fetchSomething()
    .then(response => { callback(response.data) })
}

But now I understand the whole then(callback), catch(errCallback) flow, and it makes so much more sense. On the next iteration, I rewrote it as the following, which is a bit better:

function fetchSomething() {
  const fetchURL = '/something';
  return new Promise((resolve, reject) => {
    axios.get(fetchURL)
      .then(response => { resolve(response.data) })
      .catch(error => { reject(error) })
  });
}

// Handling the axios call like a synchronous
// function leds to tons of horrible callback 
// and uncaught promise exceptions 🤷🏼‍♂️
function getSomethingHandler(callback) {
  fetchSomething()
    .then(data => { res.send(data) }) })
}

This version stopped many of those callback and promise exceptions. This also allowed my handler functions to expect the data already marshaled into my desired format by the fetch-ing functions. Finally, I started using async and await. I'm still iffy on these, so I apologize if the following isn't 100% correct.

async function fetchSomething() {
  const fetchURL = '/something';
  try {
    // Wait for the axios promise to resolve
    const response = await axios.get(fetchURL);
    return response.data;
  } catch (err) {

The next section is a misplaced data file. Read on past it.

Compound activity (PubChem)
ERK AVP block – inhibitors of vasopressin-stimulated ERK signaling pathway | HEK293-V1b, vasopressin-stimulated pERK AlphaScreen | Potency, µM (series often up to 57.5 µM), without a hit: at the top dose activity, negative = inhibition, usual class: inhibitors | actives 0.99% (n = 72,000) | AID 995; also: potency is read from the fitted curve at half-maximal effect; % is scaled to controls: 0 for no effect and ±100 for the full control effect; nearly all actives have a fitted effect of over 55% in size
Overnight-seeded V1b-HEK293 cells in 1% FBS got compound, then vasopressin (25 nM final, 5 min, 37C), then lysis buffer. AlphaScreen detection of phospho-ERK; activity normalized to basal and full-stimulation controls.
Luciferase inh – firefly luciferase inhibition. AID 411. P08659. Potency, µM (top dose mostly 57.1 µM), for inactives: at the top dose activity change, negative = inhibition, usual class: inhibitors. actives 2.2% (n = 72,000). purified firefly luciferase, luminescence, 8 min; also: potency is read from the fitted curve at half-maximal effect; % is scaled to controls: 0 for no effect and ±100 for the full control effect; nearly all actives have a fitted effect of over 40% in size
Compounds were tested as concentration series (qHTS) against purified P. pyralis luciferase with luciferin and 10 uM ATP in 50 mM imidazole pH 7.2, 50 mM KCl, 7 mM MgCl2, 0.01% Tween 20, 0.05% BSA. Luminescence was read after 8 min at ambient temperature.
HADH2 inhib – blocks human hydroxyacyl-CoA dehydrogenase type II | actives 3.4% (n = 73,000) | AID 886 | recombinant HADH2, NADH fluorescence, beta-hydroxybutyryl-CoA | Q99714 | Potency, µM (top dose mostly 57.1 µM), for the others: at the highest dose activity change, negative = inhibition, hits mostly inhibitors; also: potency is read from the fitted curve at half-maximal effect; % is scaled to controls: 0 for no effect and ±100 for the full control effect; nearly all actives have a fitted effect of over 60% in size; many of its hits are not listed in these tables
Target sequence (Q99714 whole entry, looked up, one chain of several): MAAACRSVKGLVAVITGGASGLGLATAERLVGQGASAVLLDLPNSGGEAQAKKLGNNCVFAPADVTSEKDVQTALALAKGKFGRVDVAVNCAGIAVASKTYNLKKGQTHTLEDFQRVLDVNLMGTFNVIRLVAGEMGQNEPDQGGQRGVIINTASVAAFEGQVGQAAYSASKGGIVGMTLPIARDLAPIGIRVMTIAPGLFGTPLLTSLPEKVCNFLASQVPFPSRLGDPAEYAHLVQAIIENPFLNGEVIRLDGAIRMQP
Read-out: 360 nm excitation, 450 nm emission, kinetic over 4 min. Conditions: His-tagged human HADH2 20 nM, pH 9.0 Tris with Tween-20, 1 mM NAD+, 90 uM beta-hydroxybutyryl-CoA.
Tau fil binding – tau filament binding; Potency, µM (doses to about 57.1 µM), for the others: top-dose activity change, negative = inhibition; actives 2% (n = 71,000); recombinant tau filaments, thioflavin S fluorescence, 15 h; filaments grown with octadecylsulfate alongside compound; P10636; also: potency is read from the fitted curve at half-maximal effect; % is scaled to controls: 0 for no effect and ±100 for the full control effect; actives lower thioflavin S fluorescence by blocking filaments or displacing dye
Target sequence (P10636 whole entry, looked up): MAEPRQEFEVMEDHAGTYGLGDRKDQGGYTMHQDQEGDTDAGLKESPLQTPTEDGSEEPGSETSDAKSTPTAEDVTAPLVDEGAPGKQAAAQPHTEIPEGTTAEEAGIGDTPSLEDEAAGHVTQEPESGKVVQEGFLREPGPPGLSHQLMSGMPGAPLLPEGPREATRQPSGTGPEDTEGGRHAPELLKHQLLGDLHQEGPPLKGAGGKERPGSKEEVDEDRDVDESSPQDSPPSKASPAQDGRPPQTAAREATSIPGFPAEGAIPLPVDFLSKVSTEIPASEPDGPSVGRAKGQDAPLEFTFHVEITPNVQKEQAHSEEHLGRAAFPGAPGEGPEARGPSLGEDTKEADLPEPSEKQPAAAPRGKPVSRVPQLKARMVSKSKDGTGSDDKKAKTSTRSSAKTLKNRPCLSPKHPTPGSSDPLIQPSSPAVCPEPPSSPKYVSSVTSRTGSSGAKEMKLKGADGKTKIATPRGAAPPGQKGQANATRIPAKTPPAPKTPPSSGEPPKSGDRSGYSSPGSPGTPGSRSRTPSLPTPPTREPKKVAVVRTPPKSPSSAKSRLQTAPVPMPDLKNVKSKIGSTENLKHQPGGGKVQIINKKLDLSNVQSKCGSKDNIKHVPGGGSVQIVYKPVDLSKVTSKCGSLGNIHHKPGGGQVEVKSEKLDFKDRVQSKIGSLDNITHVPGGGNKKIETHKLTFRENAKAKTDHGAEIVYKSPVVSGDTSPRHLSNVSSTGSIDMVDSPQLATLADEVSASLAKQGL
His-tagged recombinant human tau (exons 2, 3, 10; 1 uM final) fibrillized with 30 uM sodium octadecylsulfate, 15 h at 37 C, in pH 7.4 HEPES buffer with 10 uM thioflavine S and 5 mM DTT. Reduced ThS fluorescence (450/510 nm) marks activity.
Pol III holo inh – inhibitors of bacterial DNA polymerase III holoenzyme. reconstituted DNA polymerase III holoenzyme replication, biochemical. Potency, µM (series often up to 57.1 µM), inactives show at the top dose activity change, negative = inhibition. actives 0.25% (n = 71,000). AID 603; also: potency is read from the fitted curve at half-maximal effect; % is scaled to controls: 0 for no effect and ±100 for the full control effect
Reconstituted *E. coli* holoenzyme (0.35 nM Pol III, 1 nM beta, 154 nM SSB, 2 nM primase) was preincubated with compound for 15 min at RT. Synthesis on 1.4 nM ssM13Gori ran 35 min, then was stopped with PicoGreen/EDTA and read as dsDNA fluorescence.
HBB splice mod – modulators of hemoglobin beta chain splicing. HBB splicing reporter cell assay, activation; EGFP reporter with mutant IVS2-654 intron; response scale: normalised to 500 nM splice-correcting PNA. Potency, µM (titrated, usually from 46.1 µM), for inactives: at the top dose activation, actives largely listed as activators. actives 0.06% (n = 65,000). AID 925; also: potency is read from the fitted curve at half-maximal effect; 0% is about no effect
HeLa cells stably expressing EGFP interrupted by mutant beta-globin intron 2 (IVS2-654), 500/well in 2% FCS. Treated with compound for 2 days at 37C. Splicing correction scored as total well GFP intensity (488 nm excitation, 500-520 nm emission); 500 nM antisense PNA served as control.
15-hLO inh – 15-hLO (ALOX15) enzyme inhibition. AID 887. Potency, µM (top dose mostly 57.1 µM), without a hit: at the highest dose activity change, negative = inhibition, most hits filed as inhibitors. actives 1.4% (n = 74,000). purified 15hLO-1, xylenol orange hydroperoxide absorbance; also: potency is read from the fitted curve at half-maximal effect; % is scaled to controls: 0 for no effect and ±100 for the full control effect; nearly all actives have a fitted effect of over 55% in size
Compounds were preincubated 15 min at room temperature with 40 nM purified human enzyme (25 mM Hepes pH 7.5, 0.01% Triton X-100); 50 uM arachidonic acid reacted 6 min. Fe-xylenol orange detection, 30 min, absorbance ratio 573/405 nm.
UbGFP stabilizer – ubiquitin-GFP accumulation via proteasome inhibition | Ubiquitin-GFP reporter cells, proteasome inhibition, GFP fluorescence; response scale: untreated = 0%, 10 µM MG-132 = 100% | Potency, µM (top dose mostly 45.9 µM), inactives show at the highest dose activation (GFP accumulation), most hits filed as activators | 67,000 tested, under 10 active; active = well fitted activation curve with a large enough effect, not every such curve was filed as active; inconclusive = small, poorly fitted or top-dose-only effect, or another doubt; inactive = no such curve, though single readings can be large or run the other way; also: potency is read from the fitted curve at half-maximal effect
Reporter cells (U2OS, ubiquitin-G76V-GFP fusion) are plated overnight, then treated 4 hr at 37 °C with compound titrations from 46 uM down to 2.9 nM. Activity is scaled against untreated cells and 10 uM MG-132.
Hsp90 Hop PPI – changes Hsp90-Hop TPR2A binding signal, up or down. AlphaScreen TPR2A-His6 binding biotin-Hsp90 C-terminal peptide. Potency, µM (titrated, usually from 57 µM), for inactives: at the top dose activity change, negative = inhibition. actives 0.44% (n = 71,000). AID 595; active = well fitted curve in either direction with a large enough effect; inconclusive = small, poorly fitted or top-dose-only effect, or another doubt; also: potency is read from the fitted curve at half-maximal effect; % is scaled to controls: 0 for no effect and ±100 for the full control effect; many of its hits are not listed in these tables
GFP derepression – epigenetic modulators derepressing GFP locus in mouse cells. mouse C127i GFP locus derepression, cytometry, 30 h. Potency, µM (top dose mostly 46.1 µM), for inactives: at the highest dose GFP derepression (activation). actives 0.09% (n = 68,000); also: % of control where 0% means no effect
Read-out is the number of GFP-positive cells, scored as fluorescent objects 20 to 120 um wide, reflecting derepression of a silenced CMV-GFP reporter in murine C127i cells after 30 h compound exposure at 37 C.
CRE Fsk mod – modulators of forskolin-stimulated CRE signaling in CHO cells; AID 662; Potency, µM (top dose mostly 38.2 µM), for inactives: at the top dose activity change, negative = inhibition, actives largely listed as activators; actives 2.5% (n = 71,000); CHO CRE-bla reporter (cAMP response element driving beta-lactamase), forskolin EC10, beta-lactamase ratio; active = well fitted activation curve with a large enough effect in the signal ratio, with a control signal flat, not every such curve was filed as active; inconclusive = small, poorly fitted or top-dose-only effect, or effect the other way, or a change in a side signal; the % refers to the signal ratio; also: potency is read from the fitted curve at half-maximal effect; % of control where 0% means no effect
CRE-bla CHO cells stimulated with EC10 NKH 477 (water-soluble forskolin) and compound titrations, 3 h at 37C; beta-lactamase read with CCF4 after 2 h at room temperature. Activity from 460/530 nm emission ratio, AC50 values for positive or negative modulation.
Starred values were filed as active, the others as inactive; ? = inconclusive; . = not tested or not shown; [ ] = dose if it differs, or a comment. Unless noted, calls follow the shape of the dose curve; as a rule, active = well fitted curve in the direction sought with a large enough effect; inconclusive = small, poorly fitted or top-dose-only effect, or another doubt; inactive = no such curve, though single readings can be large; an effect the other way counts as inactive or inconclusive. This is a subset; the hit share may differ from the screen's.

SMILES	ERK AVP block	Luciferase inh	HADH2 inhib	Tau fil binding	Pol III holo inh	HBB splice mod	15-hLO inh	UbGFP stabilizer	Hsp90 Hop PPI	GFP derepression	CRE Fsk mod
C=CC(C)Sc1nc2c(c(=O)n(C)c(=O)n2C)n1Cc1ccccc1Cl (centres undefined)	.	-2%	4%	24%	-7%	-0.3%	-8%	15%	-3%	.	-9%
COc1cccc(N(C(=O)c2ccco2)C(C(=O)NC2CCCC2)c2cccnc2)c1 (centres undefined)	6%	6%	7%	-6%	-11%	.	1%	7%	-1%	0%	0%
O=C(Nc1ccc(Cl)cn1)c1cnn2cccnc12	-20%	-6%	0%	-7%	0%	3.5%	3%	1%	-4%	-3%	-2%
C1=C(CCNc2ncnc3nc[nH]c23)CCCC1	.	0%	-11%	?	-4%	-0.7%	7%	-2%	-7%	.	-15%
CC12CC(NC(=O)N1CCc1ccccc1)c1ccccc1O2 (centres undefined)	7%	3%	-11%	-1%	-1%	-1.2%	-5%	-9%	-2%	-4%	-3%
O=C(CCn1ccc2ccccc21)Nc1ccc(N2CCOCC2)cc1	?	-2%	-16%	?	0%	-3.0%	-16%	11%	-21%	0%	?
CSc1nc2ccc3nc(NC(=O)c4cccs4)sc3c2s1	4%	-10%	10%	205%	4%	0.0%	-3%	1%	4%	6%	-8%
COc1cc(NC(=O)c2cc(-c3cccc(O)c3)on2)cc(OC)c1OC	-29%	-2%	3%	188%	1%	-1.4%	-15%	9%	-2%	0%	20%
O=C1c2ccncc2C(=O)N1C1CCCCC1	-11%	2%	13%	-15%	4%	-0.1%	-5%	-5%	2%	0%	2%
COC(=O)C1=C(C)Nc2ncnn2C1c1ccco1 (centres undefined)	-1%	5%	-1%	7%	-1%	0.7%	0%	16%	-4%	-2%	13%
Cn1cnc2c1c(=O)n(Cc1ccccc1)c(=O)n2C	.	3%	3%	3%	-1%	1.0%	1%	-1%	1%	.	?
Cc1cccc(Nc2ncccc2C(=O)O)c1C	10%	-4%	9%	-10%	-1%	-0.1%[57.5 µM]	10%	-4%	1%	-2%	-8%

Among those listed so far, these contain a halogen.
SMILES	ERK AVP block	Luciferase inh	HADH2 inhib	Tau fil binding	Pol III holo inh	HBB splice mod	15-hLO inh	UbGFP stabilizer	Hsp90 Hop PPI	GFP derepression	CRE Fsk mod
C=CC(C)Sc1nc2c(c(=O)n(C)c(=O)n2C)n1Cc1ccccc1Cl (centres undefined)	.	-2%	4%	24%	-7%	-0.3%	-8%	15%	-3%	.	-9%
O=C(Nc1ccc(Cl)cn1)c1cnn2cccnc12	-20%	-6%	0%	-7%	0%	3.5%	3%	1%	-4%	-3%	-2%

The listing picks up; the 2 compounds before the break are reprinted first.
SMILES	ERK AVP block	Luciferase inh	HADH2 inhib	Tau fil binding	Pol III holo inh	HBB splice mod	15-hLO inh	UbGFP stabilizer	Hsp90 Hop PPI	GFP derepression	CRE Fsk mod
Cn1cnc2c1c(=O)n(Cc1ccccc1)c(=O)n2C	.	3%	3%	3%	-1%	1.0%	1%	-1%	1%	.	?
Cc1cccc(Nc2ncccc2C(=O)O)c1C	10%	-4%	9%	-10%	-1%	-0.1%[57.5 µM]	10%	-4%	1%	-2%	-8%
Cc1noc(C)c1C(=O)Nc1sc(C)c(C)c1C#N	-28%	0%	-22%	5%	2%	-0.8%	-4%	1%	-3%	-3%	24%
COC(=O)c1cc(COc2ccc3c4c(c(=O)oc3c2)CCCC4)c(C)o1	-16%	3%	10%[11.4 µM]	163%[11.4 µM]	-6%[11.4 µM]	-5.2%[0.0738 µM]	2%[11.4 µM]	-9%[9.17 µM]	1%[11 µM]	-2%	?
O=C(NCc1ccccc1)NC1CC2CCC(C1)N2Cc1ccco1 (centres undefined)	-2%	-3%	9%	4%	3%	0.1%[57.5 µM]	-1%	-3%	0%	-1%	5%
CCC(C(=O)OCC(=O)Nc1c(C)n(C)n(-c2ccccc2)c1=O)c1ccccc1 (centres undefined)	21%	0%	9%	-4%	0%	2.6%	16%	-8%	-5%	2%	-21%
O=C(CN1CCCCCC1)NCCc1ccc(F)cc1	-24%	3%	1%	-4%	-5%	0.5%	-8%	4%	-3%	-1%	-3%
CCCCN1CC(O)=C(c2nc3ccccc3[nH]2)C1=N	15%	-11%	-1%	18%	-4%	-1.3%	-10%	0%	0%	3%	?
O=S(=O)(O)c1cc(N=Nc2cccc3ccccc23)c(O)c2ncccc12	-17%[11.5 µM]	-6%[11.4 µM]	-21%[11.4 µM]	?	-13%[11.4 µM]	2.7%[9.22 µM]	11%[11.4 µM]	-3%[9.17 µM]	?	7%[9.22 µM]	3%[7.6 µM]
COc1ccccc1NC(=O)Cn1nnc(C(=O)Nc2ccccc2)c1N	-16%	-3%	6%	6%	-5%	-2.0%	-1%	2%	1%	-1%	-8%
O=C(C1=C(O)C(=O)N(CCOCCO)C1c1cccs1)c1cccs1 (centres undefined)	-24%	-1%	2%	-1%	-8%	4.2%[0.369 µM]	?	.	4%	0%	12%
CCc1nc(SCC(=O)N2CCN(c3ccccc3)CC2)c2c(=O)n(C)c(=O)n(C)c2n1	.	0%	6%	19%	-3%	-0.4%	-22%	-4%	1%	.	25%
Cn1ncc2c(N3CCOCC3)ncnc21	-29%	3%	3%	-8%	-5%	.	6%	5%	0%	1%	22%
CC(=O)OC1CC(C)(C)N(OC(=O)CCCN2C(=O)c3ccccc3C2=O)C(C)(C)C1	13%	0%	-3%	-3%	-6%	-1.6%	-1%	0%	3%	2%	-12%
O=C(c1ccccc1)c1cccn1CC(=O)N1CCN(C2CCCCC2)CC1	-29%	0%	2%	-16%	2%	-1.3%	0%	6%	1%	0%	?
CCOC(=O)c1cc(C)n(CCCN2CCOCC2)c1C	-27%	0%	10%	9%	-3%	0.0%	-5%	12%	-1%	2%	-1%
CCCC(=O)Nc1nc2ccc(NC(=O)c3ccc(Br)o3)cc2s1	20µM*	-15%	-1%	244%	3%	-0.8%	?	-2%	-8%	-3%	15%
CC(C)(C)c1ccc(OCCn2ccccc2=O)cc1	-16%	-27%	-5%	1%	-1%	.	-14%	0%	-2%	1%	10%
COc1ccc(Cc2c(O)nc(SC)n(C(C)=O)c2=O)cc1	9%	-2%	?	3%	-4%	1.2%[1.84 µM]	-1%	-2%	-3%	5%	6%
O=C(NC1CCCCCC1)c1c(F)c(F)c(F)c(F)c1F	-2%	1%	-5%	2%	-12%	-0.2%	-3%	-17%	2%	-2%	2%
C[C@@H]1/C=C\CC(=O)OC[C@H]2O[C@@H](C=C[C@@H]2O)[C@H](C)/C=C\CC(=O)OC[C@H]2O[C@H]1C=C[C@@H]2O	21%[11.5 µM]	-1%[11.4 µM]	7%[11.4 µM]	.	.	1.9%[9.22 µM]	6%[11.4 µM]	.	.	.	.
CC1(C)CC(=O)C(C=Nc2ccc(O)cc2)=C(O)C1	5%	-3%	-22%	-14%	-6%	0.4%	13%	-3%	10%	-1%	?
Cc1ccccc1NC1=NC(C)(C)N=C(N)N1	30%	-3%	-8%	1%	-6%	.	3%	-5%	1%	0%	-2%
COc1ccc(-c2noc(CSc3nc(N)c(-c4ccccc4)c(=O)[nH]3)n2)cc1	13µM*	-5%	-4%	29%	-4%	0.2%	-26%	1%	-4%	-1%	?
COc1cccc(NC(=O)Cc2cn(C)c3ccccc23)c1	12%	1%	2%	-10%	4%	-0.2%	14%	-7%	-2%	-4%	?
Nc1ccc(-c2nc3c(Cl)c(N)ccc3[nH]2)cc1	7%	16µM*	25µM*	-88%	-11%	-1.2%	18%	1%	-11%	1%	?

console.log(err)
    return err;
  }
}

function getSomethingHandler(callback) {
  fetchSomething()
    .then(data => { res.send(data) }) })
}

I'm still actively learning more about this asynchronous workflow, but so far its pretty awesome.

Bonus CSS: FlexBox is Amazing

More of a CSS thing, but one of the major factors that kept me from getting into front end design sooner was dealing with element alignment and sizing. No matter what margins or align values I put, nothing seemed to work. This was my first real experience playing with Flexbox in CSS3, and OH SNAP it makes a world of a difference. Between flex-grow, flex-basis, justify, and align-items, positioning things in HTML is made a whole lot easier.

Closing Up

Although there's a lot more stuff I could talk about, these were some of the more major experiences I've had with JavaScript, Express, and React over the past few months. I might write a second post in the future as my project matures.

Thanks for reading 👍😃

Posted on by:

dstarner profile

Daniel Starner

@dstarner

I am a curious person who enjoys figuring out the building blocks of the world, and rearranging them to build something even better.My career is developing software, but my life is adventuring.

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If you think that flexboxes are amazing, have a look at CSS Grids :)